Star SAFIREs for H-60 MEDEVAC HelicoptersSep 26, 2011 12:03 UTC by Defense Industry Daily staff
Sikorsky’s H-60 Hawk family has become the backbone of the US Army and Navy’s helicopter force, with a number of fielded variants. The USAF’s HH-60 is well known for its medical evacuation (MEDEVAC) role, as well as its combat search and rescue functions. The US Army also operates dedicated MEDEVAC models. The UH-60Qs include a 6 patient litter system, on-board oxygen generation, medical suction system, and other advanced medical capabilities. They are complemented by more recent HH-60Ls, and the entire fleet will eventually be recapitalized using new HH-60M MEDEVAC models.
The HH-60M’s higher power rating might make them somewhat more useful in hot and/or high altitude conditions like Afghanistan. In that theater, H-60 helicopters have taken a back seat to larger machines like Boeing’s H-47 Chinooks, the USMC’s CH-53E Super Stallions, and Eurocopter’s Super Puma/Cougar series. In the mountainous altitudes around Tora Bora, for instance, the California Army National Guard’s 126th Medical Co. (Air Ambulance) reportedly had to use its UH-60Ls stripped of their heavy litter carousels. One area where usefulness can receive quick improvements across the entire fleet, however, involves surveillance and visualization.
FLIR for the MEDEVACs
Many UH-60Qs and early HH-60Ls carry FLIR Systems’ Star SAFIRE I stabilized surveillance turrets mounted in their nose, offering high magnification viewing and infrared sensors. New HH-60Ls have the AN/AAQ-22 Star SAFIRE II, with improved sensors and laser rangefinding/targeting options. Rotor and Wing reports that during one night mission in Afghanistan, an HH-60L crew was asked to use its turret to identify a target that was too indistinct for the systems on its escorting AH-64 Apache attack helicopter.
A program is underway to equip all Army MEDEVAC Black Hawks with Star SAFIRE II turrets. This will give them the ability to operate by day or night across a wider range of weather conditions, extend their search and rescue capabilities, and offer a tactical capability boost for their formations.
Contracts & Key Events
Jan 26/11: FLIR Systems, Inc. announces a $15.8 million delivery order for Star SAFIRE II systems to support the U.S. Army’s UH-60 MEDEVAC program. Work under this contract will be performed out of FLIR’s facilities in Wilsonville, OR, with deliveries expected to be completed within the next 12 months.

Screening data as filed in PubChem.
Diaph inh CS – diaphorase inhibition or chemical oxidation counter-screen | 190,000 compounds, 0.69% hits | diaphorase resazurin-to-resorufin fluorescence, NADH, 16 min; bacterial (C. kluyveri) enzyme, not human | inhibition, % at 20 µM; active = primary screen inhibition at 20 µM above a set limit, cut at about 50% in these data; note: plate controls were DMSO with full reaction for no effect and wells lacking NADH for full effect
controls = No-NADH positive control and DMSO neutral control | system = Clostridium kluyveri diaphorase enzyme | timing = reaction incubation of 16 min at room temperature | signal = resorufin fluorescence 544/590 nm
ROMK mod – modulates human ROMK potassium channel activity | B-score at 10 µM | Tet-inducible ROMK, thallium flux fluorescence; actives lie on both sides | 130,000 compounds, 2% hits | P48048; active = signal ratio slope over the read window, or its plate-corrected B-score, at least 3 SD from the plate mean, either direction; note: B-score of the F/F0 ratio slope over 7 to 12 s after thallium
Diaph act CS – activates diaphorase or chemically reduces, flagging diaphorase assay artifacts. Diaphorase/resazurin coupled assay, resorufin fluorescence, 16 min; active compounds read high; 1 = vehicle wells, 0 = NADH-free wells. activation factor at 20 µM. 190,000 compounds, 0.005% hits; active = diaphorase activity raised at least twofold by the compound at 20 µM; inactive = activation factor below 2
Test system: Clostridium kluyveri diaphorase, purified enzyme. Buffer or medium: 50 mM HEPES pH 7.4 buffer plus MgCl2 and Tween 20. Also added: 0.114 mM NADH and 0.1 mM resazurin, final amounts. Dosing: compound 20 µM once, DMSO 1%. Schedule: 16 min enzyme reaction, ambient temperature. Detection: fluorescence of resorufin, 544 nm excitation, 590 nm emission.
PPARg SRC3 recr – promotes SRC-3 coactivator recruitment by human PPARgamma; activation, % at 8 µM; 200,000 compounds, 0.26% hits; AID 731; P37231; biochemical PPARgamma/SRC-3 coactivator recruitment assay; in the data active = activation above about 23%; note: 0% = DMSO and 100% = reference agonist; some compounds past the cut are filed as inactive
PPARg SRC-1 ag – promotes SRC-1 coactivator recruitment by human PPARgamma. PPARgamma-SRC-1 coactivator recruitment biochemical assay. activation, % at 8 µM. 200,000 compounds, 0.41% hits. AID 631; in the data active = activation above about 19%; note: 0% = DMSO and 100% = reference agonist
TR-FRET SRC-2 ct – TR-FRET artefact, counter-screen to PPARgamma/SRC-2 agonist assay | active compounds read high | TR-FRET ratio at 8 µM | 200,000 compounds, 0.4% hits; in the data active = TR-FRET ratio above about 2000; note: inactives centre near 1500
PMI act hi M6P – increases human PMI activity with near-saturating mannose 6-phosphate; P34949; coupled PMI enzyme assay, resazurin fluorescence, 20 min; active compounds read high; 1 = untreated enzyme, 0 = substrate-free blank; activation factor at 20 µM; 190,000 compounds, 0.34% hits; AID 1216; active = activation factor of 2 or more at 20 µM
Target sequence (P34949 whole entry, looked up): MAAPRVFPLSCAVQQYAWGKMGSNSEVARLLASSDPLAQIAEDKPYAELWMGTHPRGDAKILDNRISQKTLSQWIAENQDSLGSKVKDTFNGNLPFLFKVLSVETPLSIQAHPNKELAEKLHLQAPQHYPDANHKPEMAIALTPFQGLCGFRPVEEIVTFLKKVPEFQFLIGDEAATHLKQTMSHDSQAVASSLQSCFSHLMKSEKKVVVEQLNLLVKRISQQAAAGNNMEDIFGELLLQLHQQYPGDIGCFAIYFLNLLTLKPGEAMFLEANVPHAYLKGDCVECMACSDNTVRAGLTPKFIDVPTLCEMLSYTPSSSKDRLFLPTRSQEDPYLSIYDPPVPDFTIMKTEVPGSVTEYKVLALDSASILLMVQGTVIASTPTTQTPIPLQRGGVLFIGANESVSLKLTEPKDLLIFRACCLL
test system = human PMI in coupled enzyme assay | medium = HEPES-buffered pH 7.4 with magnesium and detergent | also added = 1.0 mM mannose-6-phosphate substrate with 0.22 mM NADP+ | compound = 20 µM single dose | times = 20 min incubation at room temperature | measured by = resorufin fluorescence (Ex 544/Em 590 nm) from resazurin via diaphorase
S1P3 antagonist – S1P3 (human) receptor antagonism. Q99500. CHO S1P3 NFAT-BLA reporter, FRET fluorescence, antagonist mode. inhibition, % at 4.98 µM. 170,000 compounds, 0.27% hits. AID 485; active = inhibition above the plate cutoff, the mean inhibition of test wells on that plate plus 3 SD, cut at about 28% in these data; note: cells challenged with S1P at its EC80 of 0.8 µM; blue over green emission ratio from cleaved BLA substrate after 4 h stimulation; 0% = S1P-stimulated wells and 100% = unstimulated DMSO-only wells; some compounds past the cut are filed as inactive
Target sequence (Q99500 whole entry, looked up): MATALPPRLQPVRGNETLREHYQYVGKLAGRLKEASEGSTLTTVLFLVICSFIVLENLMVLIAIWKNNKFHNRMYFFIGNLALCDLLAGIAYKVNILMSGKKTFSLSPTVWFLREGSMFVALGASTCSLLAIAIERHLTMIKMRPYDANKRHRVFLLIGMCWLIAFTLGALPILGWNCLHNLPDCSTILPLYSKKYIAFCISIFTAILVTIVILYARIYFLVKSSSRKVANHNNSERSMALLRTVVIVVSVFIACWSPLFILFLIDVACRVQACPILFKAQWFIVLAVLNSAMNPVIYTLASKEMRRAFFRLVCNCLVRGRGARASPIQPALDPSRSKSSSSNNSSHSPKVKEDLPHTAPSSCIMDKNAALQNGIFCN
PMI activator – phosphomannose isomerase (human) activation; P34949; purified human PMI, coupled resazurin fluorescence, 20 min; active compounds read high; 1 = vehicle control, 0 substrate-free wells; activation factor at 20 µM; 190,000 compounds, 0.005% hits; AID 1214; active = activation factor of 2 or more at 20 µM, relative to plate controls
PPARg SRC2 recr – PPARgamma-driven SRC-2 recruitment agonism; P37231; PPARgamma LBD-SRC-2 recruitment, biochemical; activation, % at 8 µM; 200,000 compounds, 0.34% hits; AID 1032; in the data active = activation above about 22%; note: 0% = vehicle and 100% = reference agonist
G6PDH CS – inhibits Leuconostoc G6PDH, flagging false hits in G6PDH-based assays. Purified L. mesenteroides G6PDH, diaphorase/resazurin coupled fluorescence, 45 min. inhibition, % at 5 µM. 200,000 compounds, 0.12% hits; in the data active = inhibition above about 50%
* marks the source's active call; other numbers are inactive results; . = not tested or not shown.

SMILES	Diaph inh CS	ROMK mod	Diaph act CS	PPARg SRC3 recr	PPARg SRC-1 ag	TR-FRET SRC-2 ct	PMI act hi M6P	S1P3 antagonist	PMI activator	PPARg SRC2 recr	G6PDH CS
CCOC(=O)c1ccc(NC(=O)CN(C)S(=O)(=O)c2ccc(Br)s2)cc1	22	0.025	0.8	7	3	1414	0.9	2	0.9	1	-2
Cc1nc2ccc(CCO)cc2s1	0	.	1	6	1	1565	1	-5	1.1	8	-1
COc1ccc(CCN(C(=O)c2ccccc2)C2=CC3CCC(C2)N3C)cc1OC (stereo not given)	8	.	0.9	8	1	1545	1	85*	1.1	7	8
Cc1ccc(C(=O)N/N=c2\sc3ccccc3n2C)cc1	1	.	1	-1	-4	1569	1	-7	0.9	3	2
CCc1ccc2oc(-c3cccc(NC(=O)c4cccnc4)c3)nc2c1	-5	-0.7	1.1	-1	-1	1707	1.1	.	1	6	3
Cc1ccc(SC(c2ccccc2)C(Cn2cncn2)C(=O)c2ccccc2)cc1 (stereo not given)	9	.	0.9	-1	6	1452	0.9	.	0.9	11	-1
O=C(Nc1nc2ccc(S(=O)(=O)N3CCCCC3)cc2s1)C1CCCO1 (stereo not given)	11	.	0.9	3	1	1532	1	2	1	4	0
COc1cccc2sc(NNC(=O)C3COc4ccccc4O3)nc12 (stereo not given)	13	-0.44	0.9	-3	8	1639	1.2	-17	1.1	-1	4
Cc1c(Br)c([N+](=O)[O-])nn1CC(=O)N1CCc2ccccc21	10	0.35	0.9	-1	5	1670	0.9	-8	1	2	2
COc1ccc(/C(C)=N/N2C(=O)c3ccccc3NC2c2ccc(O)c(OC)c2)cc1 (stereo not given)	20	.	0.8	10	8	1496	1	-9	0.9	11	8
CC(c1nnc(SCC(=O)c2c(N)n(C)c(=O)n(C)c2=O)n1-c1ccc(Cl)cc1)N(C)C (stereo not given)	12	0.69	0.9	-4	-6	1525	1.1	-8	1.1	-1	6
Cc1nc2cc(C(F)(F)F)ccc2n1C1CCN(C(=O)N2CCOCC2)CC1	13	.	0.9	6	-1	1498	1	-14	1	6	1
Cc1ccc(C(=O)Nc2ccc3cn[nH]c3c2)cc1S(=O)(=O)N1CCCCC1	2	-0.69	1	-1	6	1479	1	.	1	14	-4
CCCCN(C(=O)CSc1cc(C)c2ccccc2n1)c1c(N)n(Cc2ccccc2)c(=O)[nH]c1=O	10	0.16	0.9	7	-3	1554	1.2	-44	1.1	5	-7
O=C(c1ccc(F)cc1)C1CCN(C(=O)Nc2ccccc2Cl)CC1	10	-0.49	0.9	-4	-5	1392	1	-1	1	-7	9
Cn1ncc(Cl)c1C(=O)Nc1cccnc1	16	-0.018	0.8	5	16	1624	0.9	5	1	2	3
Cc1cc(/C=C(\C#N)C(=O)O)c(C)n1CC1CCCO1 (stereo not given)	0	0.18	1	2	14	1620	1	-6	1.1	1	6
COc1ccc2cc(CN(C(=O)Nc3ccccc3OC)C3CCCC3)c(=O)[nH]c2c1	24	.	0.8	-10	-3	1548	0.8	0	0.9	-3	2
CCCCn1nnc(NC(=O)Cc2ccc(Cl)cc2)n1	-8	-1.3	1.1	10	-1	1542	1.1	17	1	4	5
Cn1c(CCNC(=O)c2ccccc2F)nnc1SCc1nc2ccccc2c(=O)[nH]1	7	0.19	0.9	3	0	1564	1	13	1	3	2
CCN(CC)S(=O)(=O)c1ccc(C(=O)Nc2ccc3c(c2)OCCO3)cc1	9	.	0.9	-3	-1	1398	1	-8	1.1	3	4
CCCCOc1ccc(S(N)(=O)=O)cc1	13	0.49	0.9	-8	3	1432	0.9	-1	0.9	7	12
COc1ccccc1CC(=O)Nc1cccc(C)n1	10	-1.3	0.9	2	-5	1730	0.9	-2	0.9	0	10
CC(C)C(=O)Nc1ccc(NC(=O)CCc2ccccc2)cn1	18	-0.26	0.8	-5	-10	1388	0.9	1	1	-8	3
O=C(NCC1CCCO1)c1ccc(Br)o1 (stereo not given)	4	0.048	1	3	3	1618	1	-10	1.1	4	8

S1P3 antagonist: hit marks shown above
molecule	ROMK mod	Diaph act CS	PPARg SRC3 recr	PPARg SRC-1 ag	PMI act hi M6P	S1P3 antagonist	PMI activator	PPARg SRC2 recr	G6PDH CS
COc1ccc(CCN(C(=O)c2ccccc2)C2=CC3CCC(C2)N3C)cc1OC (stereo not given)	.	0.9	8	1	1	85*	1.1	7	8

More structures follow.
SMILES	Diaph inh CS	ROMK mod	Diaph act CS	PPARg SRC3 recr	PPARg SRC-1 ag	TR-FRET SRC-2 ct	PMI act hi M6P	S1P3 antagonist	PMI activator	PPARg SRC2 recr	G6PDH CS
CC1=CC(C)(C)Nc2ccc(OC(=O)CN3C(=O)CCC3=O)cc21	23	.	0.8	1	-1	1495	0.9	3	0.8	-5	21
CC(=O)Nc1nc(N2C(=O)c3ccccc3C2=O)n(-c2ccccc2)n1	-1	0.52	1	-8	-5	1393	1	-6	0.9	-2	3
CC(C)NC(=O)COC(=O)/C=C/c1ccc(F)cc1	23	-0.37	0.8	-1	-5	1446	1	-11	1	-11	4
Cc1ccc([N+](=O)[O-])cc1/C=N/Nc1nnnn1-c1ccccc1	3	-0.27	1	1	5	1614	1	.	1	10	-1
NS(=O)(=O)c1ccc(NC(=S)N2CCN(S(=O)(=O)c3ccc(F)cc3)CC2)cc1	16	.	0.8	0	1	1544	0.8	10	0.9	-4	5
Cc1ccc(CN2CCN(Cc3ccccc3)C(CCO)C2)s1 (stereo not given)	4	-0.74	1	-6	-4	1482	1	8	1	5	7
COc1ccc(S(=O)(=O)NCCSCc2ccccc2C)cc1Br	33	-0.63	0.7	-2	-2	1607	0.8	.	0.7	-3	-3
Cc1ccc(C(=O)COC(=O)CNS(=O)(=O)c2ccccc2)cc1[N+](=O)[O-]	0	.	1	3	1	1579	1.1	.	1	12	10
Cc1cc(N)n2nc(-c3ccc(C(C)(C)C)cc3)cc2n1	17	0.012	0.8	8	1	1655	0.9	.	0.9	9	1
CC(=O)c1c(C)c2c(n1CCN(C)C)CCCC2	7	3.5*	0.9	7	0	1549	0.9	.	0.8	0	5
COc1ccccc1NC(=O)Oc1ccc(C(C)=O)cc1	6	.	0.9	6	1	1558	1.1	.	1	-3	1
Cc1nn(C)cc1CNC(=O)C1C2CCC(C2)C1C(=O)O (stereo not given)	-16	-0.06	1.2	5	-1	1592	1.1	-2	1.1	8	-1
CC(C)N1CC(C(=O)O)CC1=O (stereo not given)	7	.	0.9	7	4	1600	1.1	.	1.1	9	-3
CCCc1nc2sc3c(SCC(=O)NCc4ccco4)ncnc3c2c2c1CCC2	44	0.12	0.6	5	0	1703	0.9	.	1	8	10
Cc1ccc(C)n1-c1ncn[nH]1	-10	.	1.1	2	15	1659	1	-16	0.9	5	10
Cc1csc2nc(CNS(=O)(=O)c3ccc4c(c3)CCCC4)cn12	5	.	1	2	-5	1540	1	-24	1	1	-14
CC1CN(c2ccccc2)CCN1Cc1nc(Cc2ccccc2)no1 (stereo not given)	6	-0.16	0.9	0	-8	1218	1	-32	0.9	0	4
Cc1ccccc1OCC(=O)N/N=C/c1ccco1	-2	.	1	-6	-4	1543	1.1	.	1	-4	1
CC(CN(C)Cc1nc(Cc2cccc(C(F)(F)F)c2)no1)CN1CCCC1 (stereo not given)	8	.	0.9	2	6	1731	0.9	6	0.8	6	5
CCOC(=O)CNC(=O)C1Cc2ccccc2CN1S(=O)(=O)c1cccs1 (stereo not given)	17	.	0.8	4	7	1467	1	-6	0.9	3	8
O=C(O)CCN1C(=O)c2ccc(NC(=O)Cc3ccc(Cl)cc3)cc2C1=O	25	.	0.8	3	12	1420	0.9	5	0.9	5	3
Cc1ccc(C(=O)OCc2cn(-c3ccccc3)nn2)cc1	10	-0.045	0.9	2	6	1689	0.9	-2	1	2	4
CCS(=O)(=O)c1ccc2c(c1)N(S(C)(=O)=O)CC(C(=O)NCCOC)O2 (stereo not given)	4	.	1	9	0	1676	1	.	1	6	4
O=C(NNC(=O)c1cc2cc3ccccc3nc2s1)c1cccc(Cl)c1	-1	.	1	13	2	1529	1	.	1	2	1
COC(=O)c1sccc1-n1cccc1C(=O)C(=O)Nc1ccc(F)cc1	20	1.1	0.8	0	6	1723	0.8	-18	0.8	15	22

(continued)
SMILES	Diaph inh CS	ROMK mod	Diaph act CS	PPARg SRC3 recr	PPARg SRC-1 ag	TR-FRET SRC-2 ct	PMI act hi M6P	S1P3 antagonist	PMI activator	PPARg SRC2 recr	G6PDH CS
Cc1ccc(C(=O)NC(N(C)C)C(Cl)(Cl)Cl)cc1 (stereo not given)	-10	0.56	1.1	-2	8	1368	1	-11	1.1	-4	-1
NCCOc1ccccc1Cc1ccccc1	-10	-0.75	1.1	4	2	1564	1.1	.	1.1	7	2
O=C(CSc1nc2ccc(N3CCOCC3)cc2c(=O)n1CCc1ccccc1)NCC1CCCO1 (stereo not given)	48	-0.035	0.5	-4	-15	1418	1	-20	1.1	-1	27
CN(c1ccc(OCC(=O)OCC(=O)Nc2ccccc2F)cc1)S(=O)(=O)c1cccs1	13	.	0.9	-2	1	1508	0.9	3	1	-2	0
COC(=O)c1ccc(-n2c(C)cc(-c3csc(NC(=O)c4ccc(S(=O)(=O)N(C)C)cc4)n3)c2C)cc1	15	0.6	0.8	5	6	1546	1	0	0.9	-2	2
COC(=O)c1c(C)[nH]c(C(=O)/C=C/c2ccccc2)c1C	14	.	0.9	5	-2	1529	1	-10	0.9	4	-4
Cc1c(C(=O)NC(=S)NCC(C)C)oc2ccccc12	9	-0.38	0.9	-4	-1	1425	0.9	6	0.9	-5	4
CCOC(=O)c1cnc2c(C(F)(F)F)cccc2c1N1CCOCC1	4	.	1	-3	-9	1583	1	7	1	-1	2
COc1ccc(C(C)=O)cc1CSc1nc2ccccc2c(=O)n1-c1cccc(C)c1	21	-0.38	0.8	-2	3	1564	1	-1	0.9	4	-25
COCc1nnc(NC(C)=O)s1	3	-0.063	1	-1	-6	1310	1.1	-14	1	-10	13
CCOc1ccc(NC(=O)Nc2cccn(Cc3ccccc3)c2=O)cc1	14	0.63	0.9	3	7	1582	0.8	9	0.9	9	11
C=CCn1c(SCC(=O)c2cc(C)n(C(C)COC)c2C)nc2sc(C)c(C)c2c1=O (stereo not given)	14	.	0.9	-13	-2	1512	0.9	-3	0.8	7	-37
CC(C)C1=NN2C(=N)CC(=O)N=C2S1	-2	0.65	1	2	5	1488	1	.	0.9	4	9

April 8/10: FLIR Systems, Inc. announces a $12.4 million delivery order for its Star SAFIRE II systems to support the U.S. Army’s UH-60 MEDEVAC program. Work under this contract will be performed at FLIR’s facilities in Wilsonville, OR, with deliveries expected to be completed within the next 12 months. The firm adds that:
“This order adds to the more than 200 Star SAFIRE systems already deployed on UH/HH-60 Medevac helicopters.”
Sept 21/09: FLIR Systems, Inc. announces a $15.4 million delivery order for its Star SAFIRE II systems to support the U.S. Army’s UH-60 MEDEVAC program. Work under this contract will be performed at FLIR’s facilities in Wilsonville, OR, with deliveries expected to be completed within the next 12 months.
Oct 20/08: FLIR Systems, Inc. announces a $28.9 million order from Sikorsky Aircraft Corporation for its Star SAFIRE II turrets, which will be installed on Army MEDEVAC Black Hawk helicopters. FLIR was asked for, but could not supply, further specifics.
Work will be performed at FLIR’s facilities in Wilsonville, OR, and deliveries on this order are expected to begin in 2010. Including previous orders, FLIR expects to deliver $52.7 million of systems through 2011 to this customer, amounting to over 170 systems in the Star SAFIRE product line for use on the US Army’s SAR/ MEDEVAC Black Hawk helicopters.
- Us Army (March 26/07) – How Technology is Saving Lives and Helping the Aviation Warfighter. Includes a very specific account of how the AN/AAQ-22 FLIR (not FUR, as in the article) system made a difference on one Afghan mission.
- Rotor & Wing (Oct 1/04) – Modern Medevac Mobilized: The U.S. Army sends its new air ambulance to war and prepares for the next stage of Dustoff modernization.